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Lewis : adigo

adigo, ădĭgo, ēgi, actum, 3, v. a. ago (adaxint = adegerint, Plaut. Aul. 1, 1, 11; Non. 75, 5; cf. adaxi for adegi), to drive, bring, or take a person or thing to a place (syn.: appello, adduco, affero).—Constr. usu. with ad, but also with acc., dat., in or local adv. Lit., of cattle (cf. ago, I.: abigo, abigeus, etc.): quis has huc ovīs adegit? Plaut. Bacch. 5, 2, 3: lactantes vitulos ad matres, Varr. R. R. 2, 5, 16: pecore e longinquioribus vicis adacto, Caes. B. G. 7, 17: equos per publicum, Suet. Galb. 19. —Of persons: mox noctu te adiget horsum insomnia, Ter. Eun. 2, 1, 13: aliquem fulmine ad umbras, Verg. A. 4, 25: quis deus Italiam vos adegit? id. ib. 9, 601.—Hence: adigere aliquem arbitrum (ad arbitrum), to compel one to come before an arbiter (like adigere (ad) jus jurandum; v. infra): finibus regundis adigere arbitrum non possis, Cic. Top. 10, 43; so id. Off. 3, 16, 66; id. Rosc. Com. 9, 25.—Of things: classem e Ponto Byzantium adigi jusserat, Tac. H. 2, 83: ceteras navium per fossas, id. A. 11, 18, and absol.: dum adiguntur naves, i. e. in mare impelluntur, id. Ann. 2, 7: tigna fistucis, to drive in by rammers, Caes. B. G. 4, 17.—Esp. often of weapons, to drive home, plunge, thrust, to send to a place: ut felum adigi non posset, Caes. B. G. 3, 51; cf. id. B. G. 4, 23; so Verg. A. 9, 431; Ov. M. 6, 271: hastae ardentes adactae, Tac. H. 4, 23: ferrum jugulo, Suet. Ner. 49: cf. Liv. 27, 49: per obscena ferrum, Suet. Calig. 58: ferrum in viscera, Sil. 7, 626.

And from the weapons transf. to the wound, to inflict (in the poets and Tac.): alte vulnus adactum, Verg. A. 10, 850: ubi vulnus Varo adactum, Tac. A. 1, 61: vulnus per galeam adegit, id. ib. 6, 35. Fig. To drive, urge, or bring one to a situation, to a state of mind, or to an act (esp. against his will): tu, homo, adigis me ad insaniam, Ter. Ad. 1, 2, 31: adigit ita Postumia, Cic. Att. 10, 9: acri cupidine adigi, Tac. A. 15, 33: ad mortem, id. ib. 12, 22.—Poet. with the subj. without ut: quae vis vim mihi afferam ipsa adigit, Plaut. Rud. 3, 3, 19.—With the inf.: vertere morsus exiguam in Cererem penuria adegit edendi, Verg. A. 7, 114; cf. 6, 696; so Ov. Am. 3, 6, 3; Sil. 2, 472; Stat. Th. 4, 531.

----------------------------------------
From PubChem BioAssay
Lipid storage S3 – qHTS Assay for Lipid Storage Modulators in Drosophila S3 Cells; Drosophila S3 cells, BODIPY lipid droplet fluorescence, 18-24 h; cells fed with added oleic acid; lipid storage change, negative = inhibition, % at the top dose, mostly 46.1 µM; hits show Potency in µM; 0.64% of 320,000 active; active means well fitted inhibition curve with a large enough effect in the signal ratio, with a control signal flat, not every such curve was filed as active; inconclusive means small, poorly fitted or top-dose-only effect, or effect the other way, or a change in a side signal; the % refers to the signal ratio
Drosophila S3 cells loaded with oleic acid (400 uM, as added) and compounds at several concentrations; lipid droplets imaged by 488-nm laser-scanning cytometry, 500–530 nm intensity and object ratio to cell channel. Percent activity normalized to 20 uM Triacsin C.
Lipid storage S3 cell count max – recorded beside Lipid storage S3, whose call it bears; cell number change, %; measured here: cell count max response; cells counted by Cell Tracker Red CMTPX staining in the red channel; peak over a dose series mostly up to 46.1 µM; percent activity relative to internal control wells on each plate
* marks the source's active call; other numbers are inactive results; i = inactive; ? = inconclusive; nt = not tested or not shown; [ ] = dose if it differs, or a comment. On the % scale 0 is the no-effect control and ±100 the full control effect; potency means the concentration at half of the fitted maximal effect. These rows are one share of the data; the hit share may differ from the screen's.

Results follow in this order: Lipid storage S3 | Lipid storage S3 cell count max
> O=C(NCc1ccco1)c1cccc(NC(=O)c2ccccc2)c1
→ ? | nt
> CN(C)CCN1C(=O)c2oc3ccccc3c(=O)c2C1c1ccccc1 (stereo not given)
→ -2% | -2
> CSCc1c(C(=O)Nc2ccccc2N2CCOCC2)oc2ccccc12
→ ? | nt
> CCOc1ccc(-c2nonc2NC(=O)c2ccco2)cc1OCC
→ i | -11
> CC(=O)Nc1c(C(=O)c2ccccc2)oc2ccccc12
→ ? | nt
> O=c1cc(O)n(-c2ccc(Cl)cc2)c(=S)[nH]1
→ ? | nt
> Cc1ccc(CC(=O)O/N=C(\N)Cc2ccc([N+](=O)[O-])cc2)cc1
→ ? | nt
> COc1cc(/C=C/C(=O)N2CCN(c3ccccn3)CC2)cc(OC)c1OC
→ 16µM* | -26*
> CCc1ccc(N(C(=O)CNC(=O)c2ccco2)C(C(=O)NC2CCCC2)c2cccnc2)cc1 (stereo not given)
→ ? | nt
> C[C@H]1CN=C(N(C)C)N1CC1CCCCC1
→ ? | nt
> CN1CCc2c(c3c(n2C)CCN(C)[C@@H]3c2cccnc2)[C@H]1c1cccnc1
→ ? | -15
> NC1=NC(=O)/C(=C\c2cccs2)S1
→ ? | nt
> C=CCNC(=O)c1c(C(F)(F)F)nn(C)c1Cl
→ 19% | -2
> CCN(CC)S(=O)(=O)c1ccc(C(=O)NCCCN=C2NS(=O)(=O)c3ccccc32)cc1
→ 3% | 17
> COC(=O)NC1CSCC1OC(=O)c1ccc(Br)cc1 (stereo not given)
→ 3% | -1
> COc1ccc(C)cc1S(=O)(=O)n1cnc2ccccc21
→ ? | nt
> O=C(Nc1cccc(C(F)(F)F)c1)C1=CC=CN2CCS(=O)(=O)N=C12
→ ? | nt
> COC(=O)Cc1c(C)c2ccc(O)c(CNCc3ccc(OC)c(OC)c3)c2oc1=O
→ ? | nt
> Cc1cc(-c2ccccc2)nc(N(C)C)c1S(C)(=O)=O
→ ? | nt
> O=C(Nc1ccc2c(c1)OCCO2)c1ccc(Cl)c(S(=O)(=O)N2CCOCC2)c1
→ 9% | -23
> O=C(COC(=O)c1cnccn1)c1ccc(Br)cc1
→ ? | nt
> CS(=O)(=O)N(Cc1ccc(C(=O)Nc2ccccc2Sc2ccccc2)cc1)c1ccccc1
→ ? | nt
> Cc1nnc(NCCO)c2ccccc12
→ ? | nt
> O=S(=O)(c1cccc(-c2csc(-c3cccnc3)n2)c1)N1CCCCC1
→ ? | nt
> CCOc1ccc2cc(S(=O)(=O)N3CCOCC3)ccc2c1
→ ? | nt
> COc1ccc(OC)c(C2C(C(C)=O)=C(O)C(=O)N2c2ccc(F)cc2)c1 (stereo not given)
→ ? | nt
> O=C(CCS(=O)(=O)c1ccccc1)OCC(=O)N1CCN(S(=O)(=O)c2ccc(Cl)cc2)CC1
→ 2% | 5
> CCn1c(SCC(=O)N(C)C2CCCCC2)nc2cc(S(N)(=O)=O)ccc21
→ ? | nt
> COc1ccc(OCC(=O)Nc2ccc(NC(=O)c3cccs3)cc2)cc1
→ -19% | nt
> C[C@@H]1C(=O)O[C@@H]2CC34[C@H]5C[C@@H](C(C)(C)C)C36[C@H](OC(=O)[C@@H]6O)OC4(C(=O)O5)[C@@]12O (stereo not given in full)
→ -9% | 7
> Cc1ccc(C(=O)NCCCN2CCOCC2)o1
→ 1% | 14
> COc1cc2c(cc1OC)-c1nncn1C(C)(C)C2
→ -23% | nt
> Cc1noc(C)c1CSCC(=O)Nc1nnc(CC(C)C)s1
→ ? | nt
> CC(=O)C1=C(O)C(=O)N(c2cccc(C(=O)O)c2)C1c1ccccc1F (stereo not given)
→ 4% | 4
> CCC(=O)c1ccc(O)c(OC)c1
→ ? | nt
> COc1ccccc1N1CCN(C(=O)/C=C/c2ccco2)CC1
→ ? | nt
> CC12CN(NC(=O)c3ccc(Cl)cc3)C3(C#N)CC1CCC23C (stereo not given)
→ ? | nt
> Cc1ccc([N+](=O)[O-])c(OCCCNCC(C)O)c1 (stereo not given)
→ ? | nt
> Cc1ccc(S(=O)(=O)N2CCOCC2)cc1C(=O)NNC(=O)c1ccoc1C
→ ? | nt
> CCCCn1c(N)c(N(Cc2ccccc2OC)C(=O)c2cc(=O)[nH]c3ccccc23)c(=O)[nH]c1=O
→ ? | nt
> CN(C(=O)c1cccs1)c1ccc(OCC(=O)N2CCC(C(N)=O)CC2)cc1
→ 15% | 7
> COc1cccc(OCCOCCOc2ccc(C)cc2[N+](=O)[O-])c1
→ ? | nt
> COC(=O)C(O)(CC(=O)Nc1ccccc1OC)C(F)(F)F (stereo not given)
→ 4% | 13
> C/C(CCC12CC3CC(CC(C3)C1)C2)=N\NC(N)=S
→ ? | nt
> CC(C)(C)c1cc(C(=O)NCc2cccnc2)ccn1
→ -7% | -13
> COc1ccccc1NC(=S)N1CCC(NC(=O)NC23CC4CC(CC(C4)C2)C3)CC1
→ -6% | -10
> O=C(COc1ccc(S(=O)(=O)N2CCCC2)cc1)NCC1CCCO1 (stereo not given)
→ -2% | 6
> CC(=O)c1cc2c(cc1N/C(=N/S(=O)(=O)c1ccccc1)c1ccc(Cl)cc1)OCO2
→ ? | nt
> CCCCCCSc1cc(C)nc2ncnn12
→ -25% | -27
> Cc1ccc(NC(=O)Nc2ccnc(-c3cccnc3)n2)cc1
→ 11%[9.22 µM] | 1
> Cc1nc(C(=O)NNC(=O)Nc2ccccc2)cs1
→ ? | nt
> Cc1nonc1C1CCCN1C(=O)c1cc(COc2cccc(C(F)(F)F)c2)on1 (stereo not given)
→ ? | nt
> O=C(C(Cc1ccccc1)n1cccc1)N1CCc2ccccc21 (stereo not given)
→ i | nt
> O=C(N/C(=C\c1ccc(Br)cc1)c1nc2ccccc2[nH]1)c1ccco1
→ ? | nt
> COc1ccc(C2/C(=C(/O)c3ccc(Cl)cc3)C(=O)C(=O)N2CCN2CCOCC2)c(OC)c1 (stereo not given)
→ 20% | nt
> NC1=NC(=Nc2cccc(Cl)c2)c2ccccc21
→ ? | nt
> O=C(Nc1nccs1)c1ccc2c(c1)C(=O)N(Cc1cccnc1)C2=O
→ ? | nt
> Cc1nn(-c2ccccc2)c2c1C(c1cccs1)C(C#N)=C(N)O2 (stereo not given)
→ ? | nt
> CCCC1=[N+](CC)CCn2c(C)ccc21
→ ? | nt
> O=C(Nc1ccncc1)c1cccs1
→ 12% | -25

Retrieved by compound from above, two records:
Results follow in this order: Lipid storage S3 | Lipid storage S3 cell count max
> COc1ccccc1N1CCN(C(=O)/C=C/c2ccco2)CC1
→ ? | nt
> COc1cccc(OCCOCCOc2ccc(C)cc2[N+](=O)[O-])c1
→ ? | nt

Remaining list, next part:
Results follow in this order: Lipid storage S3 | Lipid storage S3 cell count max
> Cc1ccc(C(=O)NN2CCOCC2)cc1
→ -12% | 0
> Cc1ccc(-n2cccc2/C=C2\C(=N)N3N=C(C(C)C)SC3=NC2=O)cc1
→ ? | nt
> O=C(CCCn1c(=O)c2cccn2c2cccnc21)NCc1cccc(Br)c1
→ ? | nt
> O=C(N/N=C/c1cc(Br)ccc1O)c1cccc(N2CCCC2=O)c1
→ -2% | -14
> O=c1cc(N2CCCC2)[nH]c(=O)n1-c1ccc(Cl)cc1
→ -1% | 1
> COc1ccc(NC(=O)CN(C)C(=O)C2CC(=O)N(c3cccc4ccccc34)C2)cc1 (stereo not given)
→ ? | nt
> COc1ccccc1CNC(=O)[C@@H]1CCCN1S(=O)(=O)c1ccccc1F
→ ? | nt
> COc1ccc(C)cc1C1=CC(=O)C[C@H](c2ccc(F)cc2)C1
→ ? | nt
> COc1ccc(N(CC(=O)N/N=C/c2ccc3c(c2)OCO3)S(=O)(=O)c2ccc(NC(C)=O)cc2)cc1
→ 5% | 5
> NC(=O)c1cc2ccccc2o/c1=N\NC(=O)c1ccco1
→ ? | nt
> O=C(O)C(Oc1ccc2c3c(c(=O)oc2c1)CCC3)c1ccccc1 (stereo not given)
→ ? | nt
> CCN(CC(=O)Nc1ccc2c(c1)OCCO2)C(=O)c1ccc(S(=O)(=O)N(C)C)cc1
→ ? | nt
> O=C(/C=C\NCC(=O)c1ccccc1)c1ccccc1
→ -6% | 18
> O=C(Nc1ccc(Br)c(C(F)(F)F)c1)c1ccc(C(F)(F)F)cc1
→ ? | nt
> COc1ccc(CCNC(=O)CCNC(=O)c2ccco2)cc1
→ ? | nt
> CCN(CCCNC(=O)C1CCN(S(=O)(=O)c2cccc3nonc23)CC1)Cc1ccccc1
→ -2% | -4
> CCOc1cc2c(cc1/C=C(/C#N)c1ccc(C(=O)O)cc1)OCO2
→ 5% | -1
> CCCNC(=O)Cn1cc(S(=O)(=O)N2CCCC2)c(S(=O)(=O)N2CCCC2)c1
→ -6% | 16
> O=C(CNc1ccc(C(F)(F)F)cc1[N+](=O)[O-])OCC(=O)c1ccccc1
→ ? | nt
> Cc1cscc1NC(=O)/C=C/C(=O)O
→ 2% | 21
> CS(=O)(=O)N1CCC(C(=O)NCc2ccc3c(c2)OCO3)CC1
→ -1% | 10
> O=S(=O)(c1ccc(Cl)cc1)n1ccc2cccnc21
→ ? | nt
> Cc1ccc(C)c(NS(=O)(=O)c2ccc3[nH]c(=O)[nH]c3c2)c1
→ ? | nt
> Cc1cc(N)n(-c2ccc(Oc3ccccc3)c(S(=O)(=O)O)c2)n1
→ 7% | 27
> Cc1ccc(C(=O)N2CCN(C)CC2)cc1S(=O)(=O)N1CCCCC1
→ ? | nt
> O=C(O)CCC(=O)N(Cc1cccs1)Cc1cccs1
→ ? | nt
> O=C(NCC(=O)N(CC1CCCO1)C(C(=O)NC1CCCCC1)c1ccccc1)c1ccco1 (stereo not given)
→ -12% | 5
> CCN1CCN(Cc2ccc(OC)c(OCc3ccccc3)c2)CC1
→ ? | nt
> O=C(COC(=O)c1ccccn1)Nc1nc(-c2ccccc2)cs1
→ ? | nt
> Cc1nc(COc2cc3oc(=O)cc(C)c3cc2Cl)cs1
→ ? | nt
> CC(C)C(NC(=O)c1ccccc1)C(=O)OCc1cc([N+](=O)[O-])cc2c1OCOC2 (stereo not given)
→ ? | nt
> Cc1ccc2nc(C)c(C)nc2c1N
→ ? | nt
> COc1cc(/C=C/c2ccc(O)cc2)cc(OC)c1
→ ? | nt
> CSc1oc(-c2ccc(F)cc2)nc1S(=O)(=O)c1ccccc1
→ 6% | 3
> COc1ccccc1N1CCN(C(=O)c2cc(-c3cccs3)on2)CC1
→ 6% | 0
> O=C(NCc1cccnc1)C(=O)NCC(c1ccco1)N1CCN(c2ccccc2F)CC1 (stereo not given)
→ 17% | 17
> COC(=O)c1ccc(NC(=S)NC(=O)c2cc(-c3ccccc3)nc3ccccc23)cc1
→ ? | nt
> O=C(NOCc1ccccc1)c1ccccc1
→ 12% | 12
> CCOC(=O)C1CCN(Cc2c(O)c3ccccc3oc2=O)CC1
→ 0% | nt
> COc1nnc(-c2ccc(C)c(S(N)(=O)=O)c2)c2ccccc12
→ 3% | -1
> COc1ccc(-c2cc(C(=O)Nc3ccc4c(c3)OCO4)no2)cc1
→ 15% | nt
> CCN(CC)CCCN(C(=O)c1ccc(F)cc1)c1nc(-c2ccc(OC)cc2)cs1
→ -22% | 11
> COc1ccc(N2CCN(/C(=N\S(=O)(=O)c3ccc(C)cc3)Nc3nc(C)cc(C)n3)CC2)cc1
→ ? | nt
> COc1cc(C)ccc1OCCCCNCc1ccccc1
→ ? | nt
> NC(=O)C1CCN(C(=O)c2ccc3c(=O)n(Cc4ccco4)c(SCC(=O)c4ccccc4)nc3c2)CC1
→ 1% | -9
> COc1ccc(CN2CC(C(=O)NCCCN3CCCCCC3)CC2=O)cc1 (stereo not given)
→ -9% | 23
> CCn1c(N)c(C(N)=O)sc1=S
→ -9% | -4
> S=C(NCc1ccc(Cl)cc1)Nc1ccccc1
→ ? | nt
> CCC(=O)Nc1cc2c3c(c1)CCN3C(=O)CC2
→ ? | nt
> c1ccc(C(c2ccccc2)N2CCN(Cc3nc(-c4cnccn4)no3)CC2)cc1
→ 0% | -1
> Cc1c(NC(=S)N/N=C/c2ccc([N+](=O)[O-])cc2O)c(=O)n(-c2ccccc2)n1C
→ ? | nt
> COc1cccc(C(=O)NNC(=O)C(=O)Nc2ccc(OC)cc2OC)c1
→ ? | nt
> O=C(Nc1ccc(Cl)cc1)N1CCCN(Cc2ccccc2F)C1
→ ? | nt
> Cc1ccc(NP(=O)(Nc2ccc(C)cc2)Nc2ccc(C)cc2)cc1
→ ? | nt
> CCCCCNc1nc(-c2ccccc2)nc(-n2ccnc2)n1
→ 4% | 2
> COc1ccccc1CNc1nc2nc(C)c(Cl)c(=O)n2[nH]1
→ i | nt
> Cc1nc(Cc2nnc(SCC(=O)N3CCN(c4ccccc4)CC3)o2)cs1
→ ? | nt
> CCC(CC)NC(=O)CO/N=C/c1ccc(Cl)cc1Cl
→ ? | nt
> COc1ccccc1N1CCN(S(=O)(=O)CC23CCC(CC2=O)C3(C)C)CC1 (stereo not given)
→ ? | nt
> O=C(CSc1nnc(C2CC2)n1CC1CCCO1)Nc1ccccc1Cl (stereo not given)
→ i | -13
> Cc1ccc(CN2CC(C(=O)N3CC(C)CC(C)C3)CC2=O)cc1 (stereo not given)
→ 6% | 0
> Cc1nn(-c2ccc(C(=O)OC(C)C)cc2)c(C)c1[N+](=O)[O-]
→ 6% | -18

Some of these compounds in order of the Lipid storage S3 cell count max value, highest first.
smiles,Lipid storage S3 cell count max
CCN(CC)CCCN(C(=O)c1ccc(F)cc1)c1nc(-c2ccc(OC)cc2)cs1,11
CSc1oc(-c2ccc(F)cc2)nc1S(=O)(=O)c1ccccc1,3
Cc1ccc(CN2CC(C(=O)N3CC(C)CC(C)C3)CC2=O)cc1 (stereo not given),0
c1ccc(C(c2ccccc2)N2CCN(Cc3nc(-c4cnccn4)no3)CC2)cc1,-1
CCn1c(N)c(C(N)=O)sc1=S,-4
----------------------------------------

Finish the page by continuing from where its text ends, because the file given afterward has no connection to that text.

So also: tres liburnicas adactis per vim gubernatoribus ascendere, Tac. Agr. 28; so id. A. 4, 45; 11, 10; id. H. 4, 15.

Adigere aliquem ad jus jurandum, jus jurandum, or jure jurando, or sacramento (abl.), t. t., to put one on oath, to cause one to take oath, to swear one (from the time of Livy oftener with abl.; so Tac.. Just., Flor.; cf. on this point Cortius ad Sall. C. 22; Held ad Caes. B. C. 1, 76; Herz. ad Caes. B. G. 7, 67; Rudd. II. p. 328, no. 16): omnibus jus jurandum adactis, Caes. B. G. 7, 67: cum ad jus jurandum populares sceleris sui adigeret, Sall. C. 22: provinciam omnem in sua et Pompeii verba jus jurandum adigebat, Caes. B. C. 2, 18: censores ita jus jurandum adigebant, Liv. 43, 15 fin.; so Gell. 4, 20; 7, 18: populum jure jurando adegit, Liv. 2, 1: omnibus junioribus jure jurando adactis, id. 6, 33; so 6, 38; 7, 9, 11 al.; Tac. H. 1, 55; ib. 76; Just. 22, 4, 5; 8, 4, 11; Flor. 3, 1, 13.—Hence ellipt.: in verba adigere, for in verba jus jurandum adigere in Tac. and Suet. (cf. the passage cited above, Caes. B. C. 2, 18): neque se neque quemquam Batavum in verba Galliarum adegit, Tac. H. 4, 61: provincia Narbon. in verba Vitellii adacta, id. ib. 2, 14; so 4, 59; Suet. Vesp. 6.

And finally quite absol.: adigere (sc. jure jurando, sacramento), to bind by an oath: magno cum assensu auditus ... universos adigit, Tac. H. 4, 15.

Poet. = subigere, to subject: bisque jugo Rhenum, bis adactum legibus Istrum, Stat. Th. 1, 19: in faciem prorae pinus adacta novae, brought into the form of a ship, Prop. 4, 22, 14.!*? In Caes. B. C. 2, 1: mare quod adigit ad ostium Rhodani, we have a false reading, for which Nipperdey restored adjacet.